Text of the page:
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July 1963

Measurement of Family Relationships and Their Effects

Author Affiliations

Assistant Professor, University of Connecticut (Dr. Farina); Assistant Professor, University of Houston (Dr. Dunham).

Arch Gen Psychiatry. 1963;9(1):64-73. doi:10.1001/archpsyc.1963.01720130066007

The belief that the patient's family has played an important role in the development of his mental disease appears to be held by a large proportion of professional workers concerned with psychiatric conditions. The idea is the central one in many attempts to explain the etiology of mental illness, and it appears to guide the professional activity of the majority of clinicians and researchers alike. While this hypothesis is held with conviction, data unambiguously supporting it, and especially data which elaborate the role of the family in mental illness more specifically, cannot readily be found, as Spiegel and Bell22 have pointed out.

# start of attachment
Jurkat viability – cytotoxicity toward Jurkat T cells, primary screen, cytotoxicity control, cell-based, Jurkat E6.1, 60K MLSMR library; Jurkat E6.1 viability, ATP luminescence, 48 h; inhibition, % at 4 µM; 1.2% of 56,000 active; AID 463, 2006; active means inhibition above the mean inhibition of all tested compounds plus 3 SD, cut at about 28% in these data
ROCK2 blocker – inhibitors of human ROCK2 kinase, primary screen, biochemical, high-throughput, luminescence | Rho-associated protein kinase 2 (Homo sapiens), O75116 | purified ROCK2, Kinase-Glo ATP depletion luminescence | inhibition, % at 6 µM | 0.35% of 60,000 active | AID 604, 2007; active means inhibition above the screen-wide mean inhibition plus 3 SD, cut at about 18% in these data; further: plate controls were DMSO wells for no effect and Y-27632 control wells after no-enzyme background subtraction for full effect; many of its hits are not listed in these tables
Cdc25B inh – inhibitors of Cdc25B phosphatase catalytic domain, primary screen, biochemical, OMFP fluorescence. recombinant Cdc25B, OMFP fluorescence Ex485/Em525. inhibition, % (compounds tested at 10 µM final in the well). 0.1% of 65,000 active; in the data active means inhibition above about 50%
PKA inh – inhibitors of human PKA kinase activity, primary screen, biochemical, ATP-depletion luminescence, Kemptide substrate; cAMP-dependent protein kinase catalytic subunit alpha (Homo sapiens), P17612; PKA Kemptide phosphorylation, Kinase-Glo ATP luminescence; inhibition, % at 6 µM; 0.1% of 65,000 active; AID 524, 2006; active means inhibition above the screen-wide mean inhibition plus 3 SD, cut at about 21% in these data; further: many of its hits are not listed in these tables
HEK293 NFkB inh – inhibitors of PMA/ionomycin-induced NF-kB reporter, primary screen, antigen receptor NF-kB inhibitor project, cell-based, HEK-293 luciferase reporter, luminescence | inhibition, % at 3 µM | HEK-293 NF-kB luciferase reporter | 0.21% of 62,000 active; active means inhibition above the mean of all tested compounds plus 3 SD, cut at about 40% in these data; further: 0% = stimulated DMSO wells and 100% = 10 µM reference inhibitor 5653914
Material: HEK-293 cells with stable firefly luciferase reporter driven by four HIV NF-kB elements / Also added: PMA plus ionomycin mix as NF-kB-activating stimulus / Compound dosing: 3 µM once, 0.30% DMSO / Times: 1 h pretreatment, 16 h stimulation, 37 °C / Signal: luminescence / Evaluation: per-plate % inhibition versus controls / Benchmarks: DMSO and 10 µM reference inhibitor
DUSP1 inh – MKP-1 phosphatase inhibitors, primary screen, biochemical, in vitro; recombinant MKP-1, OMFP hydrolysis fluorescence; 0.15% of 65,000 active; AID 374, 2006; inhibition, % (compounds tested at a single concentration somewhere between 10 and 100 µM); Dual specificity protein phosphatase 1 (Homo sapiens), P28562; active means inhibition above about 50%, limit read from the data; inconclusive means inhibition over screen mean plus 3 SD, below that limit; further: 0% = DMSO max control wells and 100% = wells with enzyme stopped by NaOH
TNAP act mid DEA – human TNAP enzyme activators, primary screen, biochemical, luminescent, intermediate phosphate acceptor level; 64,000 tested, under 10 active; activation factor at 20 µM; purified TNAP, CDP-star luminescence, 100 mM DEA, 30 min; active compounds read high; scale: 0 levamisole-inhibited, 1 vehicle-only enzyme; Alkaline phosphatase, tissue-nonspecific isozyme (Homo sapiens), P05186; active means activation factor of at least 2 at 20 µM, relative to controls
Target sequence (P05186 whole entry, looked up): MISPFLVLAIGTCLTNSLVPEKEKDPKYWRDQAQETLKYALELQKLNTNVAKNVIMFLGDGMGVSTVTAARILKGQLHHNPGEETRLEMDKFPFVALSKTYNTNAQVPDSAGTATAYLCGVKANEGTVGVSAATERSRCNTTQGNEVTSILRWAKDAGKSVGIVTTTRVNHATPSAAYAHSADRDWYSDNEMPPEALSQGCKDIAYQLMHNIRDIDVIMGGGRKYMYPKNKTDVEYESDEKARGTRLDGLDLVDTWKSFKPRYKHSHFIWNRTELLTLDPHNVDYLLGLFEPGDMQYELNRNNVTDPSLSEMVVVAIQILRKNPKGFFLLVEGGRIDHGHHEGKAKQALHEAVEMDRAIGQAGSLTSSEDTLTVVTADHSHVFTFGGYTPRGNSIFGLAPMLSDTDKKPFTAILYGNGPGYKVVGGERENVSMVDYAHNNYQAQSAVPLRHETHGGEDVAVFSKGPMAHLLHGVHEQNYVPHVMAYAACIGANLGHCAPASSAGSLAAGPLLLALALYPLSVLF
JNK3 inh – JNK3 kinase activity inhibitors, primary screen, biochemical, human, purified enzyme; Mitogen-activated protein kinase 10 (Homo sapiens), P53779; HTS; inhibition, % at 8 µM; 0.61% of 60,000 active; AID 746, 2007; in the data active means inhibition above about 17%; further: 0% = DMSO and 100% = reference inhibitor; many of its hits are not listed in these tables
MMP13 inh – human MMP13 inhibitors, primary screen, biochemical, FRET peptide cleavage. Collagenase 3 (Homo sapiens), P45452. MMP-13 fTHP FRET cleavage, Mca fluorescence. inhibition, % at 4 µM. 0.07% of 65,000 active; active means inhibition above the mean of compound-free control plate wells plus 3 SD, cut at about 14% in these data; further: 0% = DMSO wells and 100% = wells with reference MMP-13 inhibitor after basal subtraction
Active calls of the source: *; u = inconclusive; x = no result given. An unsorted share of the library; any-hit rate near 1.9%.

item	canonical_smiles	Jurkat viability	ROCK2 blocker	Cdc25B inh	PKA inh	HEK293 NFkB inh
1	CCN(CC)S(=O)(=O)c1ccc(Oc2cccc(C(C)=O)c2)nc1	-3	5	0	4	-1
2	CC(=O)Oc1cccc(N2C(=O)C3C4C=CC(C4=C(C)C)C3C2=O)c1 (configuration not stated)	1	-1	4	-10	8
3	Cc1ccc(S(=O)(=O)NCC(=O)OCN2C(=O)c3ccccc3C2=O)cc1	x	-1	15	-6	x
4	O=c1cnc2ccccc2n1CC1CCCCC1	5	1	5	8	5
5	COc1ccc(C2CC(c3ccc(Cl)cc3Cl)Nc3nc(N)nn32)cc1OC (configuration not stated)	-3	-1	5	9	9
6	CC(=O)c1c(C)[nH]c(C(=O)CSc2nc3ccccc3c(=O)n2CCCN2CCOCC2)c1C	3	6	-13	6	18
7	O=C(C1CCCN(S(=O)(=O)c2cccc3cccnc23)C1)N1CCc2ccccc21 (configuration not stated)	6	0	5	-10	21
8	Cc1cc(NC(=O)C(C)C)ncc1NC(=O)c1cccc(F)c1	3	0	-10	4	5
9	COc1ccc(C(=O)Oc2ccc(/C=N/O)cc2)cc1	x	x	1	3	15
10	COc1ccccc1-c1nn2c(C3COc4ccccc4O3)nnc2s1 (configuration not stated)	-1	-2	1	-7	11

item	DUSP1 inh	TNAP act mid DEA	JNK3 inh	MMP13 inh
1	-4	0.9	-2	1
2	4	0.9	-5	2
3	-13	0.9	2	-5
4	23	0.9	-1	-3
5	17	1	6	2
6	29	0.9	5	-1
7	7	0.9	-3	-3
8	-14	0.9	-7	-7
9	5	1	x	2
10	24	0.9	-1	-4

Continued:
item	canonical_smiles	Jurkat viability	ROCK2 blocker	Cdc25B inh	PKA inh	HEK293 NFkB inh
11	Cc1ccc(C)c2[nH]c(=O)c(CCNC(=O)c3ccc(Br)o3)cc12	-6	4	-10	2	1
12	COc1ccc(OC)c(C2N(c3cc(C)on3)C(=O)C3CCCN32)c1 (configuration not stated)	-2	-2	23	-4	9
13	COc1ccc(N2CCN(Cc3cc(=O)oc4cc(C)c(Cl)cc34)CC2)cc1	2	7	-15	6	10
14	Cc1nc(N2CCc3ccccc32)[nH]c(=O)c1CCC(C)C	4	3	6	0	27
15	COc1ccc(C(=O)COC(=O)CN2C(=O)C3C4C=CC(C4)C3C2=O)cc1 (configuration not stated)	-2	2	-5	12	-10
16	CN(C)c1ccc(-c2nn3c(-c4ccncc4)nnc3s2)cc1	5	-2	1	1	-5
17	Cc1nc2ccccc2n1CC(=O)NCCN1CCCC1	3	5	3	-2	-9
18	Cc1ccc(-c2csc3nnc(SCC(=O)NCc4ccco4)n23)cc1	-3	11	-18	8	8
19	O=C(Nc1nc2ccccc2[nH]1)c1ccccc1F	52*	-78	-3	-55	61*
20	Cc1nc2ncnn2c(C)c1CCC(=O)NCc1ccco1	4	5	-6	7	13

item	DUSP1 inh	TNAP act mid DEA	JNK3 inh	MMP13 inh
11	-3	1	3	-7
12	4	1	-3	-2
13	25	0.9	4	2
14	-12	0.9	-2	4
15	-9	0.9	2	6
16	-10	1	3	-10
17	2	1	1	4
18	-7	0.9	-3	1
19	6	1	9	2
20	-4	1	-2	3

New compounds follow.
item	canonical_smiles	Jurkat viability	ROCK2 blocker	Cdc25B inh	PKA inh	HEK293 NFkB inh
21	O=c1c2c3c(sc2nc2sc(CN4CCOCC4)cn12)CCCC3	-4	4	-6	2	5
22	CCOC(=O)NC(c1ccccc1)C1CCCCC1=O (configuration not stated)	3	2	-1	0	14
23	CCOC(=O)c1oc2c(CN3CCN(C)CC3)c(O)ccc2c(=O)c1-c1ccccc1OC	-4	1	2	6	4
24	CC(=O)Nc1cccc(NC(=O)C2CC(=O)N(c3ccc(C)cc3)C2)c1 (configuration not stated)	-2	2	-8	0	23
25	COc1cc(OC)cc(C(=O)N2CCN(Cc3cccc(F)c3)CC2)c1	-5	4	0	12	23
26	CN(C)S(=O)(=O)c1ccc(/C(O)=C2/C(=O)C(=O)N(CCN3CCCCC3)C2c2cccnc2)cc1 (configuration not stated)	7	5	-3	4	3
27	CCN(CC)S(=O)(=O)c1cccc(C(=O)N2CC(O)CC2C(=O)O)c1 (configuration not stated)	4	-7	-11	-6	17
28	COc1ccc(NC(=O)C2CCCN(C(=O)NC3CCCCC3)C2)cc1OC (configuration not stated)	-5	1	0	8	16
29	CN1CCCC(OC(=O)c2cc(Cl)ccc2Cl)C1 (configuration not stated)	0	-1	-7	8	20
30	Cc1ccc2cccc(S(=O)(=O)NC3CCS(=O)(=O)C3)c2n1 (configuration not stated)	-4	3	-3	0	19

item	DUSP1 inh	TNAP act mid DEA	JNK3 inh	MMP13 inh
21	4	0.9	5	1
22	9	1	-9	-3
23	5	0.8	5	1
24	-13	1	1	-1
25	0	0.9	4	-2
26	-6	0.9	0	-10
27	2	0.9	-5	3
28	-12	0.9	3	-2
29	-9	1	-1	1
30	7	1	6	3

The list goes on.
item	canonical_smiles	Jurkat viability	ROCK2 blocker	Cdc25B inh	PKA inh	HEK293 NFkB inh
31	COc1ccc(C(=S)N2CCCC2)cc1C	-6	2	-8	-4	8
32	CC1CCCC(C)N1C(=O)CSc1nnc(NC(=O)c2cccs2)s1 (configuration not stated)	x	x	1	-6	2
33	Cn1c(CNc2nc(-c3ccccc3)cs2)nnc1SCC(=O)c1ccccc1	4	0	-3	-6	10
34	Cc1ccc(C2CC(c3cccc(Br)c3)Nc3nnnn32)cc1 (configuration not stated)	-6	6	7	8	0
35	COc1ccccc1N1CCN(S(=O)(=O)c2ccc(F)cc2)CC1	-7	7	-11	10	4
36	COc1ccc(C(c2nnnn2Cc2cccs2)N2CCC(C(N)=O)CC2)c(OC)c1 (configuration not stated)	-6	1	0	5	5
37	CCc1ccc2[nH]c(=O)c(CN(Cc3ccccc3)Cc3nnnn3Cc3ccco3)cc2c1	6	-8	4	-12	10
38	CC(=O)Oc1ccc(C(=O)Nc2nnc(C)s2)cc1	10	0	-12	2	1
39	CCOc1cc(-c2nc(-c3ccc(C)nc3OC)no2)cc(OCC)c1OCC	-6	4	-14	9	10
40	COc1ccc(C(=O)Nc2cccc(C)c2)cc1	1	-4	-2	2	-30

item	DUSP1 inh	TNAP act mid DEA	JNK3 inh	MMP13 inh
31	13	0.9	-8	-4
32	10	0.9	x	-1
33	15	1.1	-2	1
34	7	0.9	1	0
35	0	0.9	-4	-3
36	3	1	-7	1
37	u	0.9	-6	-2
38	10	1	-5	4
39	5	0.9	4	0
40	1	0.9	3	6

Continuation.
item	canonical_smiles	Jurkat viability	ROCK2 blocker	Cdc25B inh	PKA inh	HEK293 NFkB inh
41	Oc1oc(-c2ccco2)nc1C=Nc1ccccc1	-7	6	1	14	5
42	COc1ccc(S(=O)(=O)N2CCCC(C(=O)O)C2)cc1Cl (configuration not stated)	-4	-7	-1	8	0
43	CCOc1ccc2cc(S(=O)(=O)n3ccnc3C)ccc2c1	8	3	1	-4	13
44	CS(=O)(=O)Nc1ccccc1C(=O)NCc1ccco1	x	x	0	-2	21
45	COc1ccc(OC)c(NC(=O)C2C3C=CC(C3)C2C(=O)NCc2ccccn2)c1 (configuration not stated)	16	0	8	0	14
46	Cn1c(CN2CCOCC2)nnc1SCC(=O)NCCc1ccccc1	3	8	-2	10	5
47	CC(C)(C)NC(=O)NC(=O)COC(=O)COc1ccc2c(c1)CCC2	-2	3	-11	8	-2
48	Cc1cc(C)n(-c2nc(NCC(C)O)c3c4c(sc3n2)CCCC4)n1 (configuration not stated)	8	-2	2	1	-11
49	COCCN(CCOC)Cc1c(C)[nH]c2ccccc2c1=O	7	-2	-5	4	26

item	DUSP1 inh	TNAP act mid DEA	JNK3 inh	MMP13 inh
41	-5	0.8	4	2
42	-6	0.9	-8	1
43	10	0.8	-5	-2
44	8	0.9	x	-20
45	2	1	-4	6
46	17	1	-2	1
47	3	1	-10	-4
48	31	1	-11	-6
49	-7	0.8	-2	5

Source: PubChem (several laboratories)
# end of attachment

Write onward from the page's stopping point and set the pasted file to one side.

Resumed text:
Ambiguity as to just what role, if any, the family does play in the development of mental illness is not due to lack of attempts at clarification. Reports of such research efforts are plentiful. There are, however, some very substantial reasons for the con

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